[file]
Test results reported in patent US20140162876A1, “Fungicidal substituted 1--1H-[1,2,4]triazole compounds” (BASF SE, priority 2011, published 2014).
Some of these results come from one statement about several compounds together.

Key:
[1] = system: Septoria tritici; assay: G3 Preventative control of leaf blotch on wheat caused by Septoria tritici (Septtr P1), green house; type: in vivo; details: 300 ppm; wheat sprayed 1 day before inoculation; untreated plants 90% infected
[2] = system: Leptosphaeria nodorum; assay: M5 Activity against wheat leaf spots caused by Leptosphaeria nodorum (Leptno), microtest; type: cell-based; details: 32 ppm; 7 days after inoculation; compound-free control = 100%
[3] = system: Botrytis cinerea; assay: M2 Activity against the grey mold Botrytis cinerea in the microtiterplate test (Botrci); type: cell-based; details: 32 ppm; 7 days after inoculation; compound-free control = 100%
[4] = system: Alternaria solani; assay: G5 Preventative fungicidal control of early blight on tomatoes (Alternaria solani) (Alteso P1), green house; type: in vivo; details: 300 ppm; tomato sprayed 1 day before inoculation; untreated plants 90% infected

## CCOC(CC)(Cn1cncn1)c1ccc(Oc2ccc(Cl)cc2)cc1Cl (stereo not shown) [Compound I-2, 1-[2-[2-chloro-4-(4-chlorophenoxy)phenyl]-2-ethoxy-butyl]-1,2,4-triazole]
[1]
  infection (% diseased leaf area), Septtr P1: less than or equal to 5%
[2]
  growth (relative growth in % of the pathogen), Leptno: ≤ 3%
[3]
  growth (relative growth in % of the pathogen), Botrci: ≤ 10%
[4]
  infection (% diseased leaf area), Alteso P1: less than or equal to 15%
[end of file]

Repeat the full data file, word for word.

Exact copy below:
Test results reported in patent US20140162876A1, “Fungicidal substituted 1--1H-[1,2,4]triazole compounds” (BASF SE, priority 2011, published 2014).
Some of these results come from one statement about several compounds together.

Key:
[1] = system: Septoria tritici; assay: G3 Preventative control of leaf blotch on wheat caused by Septoria tritici (Septtr P1), green house; type: in vivo; details: 300 ppm; wheat sprayed 1 day before inoculation; untreated plants 90% infected
[2] = system: Leptosphaeria nodorum; assay: M5 Activity against wheat leaf spots caused by Leptosphaeria nodorum (Leptno), microtest; type: cell-based; details: 32 ppm; 7 days after inoculation; compound-free control = 100%
[3] = system: Botrytis cinerea; assay: M2 Activity against the grey mold Botrytis cinerea in the microtiterplate test (Botrci); type: cell-based; details: 32 ppm; 7 days after inoculation; compound-free control = 100%
[4] = system: Alternaria solani; assay: G5 Preventative fungicidal control of early blight on tomatoes (Alternaria solani) (Alteso P1), green house; type: in vivo; details: 300 ppm; tomato sprayed 1 day before inoculation; untreated plants 90% infected

## CCOC(CC)(Cn1cncn1)c1ccc(Oc2ccc(Cl)cc2)cc1Cl (stereo not shown) [Compound I-2, 1-[2-[2-chloro-4-(4-chlorophenoxy)phenyl]-2-ethoxy-butyl]-1,2,4-triazole]
[1]
  infection (% diseased leaf area), Septtr P1: less than or equal to 5%
[2]
  growth (relative growth in % of the pathogen), Leptno: ≤ 3%
[3]
  growth (relative growth in % of the pathogen), Botrci: ≤ 10%
[4]
  infection (% diseased leaf area), Alteso P1: less than or equal to 15%